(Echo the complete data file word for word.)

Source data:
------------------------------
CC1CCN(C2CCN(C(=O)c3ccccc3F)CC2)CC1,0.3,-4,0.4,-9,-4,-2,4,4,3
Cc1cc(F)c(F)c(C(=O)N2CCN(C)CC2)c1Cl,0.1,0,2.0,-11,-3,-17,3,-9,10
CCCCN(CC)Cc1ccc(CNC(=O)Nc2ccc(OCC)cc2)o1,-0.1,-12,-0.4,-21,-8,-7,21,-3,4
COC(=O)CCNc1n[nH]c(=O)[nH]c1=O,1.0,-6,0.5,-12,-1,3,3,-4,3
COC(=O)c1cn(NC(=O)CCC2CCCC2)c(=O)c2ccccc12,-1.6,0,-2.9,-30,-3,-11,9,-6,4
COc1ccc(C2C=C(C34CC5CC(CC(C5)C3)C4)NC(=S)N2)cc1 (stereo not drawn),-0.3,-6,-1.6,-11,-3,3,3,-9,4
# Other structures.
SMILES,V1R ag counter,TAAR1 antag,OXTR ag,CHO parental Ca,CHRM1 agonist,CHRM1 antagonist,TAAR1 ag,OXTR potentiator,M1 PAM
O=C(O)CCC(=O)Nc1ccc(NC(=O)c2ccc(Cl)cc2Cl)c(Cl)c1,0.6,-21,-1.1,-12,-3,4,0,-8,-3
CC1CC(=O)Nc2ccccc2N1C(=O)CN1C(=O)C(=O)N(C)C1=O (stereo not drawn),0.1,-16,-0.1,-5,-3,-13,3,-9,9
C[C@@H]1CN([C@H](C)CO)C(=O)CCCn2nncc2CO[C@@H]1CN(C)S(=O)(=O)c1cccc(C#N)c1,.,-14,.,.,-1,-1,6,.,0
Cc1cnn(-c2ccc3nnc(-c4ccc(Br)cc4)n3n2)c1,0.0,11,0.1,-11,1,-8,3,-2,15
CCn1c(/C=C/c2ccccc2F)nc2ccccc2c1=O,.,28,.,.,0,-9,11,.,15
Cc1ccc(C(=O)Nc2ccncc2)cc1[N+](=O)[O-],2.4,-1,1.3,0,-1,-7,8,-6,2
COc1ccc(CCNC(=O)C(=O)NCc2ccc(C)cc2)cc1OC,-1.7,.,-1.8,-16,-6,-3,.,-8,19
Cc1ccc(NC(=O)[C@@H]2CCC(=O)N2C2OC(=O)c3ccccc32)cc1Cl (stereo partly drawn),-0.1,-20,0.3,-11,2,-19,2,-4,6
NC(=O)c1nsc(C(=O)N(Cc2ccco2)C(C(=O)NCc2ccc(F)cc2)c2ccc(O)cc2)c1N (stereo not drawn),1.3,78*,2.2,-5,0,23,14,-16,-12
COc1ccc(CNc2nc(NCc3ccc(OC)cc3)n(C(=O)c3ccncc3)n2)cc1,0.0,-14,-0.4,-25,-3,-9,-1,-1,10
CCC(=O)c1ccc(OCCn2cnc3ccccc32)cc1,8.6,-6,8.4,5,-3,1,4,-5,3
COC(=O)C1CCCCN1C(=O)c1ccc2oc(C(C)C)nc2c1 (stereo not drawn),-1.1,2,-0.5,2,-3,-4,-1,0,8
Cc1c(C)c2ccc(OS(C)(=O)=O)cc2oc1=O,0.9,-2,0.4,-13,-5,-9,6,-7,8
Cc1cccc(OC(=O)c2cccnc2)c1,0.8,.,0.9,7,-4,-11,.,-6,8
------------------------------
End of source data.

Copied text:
CC1CCN(C2CCN(C(=O)c3ccccc3F)CC2)CC1,0.3,-4,0.4,-9,-4,-2,4,4,3
Cc1cc(F)c(F)c(C(=O)N2CCN(C)CC2)c1Cl,0.1,0,2.0,-11,-3,-17,3,-9,10
CCCCN(CC)Cc1ccc(CNC(=O)Nc2ccc(OCC)cc2)o1,-0.1,-12,-0.4,-21,-8,-7,21,-3,4
COC(=O)CCNc1n[nH]c(=O)[nH]c1=O,1.0,-6,0.5,-12,-1,3,3,-4,3
COC(=O)c1cn(NC(=O)CCC2CCCC2)c(=O)c2ccccc12,-1.6,0,-2.9,-30,-3,-11,9,-6,4
COc1ccc(C2C=C(C34CC5CC(CC(C5)C3)C4)NC(=S)N2)cc1 (stereo not drawn),-0.3,-6,-1.6,-11,-3,3,3,-9,4
# Other structures.
SMILES,V1R ag counter,TAAR1 antag,OXTR ag,CHO parental Ca,CHRM1 agonist,CHRM1 antagonist,TAAR1 ag,OXTR potentiator,M1 PAM
O=C(O)CCC(=O)Nc1ccc(NC(=O)c2ccc(Cl)cc2Cl)c(Cl)c1,0.6,-21,-1.1,-12,-3,4,0,-8,-3
CC1CC(=O)Nc2ccccc2N1C(=O)CN1C(=O)C(=O)N(C)C1=O (stereo not drawn),0.1,-16,-0.1,-5,-3,-13,3,-9,9
C[C@@H]1CN([C@H](C)CO)C(=O)CCCn2nncc2CO[C@@H]1CN(C)S(=O)(=O)c1cccc(C#N)c1,.,-14,.,.,-1,-1,6,.,0
Cc1cnn(-c2ccc3nnc(-c4ccc(Br)cc4)n3n2)c1,0.0,11,0.1,-11,1,-8,3,-2,15
CCn1c(/C=C/c2ccccc2F)nc2ccccc2c1=O,.,28,.,.,0,-9,11,.,15
Cc1ccc(C(=O)Nc2ccncc2)cc1[N+](=O)[O-],2.4,-1,1.3,0,-1,-7,8,-6,2
COc1ccc(CCNC(=O)C(=O)NCc2ccc(C)cc2)cc1OC,-1.7,.,-1.8,-16,-6,-3,.,-8,19
Cc1ccc(NC(=O)[C@@H]2CCC(=O)N2C2OC(=O)c3ccccc32)cc1Cl (stereo partly drawn),-0.1,-20,0.3,-11,2,-19,2,-4,6
NC(=O)c1nsc(C(=O)N(Cc2ccco2)C(C(=O)NCc2ccc(F)cc2)c2ccc(O)cc2)c1N (stereo not drawn),1.3,78*,2.2,-5,0,23,14,-16,-12
COc1ccc(CNc2nc(NCc3ccc(OC)cc3)n(C(=O)c3ccncc3)n2)cc1,0.0,-14,-0.4,-25,-3,-9,-1,-1,10
CCC(=O)c1ccc(OCCn2cnc3ccccc32)cc1,8.6,-6,8.4,5,-3,1,4,-5,3
COC(=O)C1CCCCN1C(=O)c1ccc2oc(C(C)C)nc2c1 (stereo not drawn),-1.1,2,-0.5,2,-3,-4,-1,0,8
Cc1c(C)c2ccc(OS(C)(=O)=O)cc2oc1=O,0.9,-2,0.4,-13,-5,-9,6,-7,8
Cc1cccc(OC(=O)c2cccnc2)c1,0.8,.,0.9,7,-4,-11,.,-6,8